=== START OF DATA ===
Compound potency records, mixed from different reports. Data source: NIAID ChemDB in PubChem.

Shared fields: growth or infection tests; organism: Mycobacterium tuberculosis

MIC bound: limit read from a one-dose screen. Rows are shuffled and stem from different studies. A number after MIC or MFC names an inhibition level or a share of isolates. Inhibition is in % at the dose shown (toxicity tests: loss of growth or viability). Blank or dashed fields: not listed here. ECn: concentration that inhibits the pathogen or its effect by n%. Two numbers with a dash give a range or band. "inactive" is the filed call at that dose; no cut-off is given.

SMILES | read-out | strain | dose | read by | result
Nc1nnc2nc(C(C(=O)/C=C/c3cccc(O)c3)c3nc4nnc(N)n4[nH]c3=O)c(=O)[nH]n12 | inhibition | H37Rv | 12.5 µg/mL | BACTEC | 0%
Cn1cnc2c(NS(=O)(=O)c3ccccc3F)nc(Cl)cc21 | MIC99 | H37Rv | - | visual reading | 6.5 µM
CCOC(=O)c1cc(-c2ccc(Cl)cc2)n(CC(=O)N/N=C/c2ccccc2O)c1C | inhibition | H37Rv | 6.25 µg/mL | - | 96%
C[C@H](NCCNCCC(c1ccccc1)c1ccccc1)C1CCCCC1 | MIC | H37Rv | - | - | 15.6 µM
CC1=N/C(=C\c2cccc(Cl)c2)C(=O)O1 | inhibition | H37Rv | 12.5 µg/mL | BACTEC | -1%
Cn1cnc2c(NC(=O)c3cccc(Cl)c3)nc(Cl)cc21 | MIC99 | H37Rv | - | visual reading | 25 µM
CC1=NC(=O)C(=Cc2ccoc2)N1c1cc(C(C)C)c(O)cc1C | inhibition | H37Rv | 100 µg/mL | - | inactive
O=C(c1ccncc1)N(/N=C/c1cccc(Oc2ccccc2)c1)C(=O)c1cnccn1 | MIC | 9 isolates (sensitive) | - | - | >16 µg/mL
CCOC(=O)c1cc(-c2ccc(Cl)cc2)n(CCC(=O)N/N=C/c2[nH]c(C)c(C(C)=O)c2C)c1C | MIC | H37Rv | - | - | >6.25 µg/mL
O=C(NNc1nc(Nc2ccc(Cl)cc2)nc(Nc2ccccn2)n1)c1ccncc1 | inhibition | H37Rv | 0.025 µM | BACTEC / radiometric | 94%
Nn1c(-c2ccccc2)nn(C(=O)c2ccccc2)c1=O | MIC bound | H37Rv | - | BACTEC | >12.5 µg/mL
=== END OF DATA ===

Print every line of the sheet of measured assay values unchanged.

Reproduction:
Compound potency records, mixed from different reports. Data source: NIAID ChemDB in PubChem.

Shared fields: growth or infection tests; organism: Mycobacterium tuberculosis

MIC bound: limit read from a one-dose screen. Rows are shuffled and stem from different studies. A number after MIC or MFC names an inhibition level or a share of isolates. Inhibition is in % at the dose shown (toxicity tests: loss of growth or viability). Blank or dashed fields: not listed here. ECn: concentration that inhibits the pathogen or its effect by n%. Two numbers with a dash give a range or band. "inactive" is the filed call at that dose; no cut-off is given.

SMILES | read-out | strain | dose | read by | result
Nc1nnc2nc(C(C(=O)/C=C/c3cccc(O)c3)c3nc4nnc(N)n4[nH]c3=O)c(=O)[nH]n12 | inhibition | H37Rv | 12.5 µg/mL | BACTEC | 0%
Cn1cnc2c(NS(=O)(=O)c3ccccc3F)nc(Cl)cc21 | MIC99 | H37Rv | - | visual reading | 6.5 µM
CCOC(=O)c1cc(-c2ccc(Cl)cc2)n(CC(=O)N/N=C/c2ccccc2O)c1C | inhibition | H37Rv | 6.25 µg/mL | - | 96%
C[C@H](NCCNCCC(c1ccccc1)c1ccccc1)C1CCCCC1 | MIC | H37Rv | - | - | 15.6 µM
CC1=N/C(=C\c2cccc(Cl)c2)C(=O)O1 | inhibition | H37Rv | 12.5 µg/mL | BACTEC | -1%
Cn1cnc2c(NC(=O)c3cccc(Cl)c3)nc(Cl)cc21 | MIC99 | H37Rv | - | visual reading | 25 µM
CC1=NC(=O)C(=Cc2ccoc2)N1c1cc(C(C)C)c(O)cc1C | inhibition | H37Rv | 100 µg/mL | - | inactive
O=C(c1ccncc1)N(/N=C/c1cccc(Oc2ccccc2)c1)C(=O)c1cnccn1 | MIC | 9 isolates (sensitive) | - | - | >16 µg/mL
CCOC(=O)c1cc(-c2ccc(Cl)cc2)n(CCC(=O)N/N=C/c2[nH]c(C)c(C(C)=O)c2C)c1C | MIC | H37Rv | - | - | >6.25 µg/mL
O=C(NNc1nc(Nc2ccc(Cl)cc2)nc(Nc2ccccn2)n1)c1ccncc1 | inhibition | H37Rv | 0.025 µM | BACTEC / radiometric | 94%
Nn1c(-c2ccccc2)nn(C(=O)c2ccccc2)c1=O | MIC bound | H37Rv | - | BACTEC | >12.5 µg/mL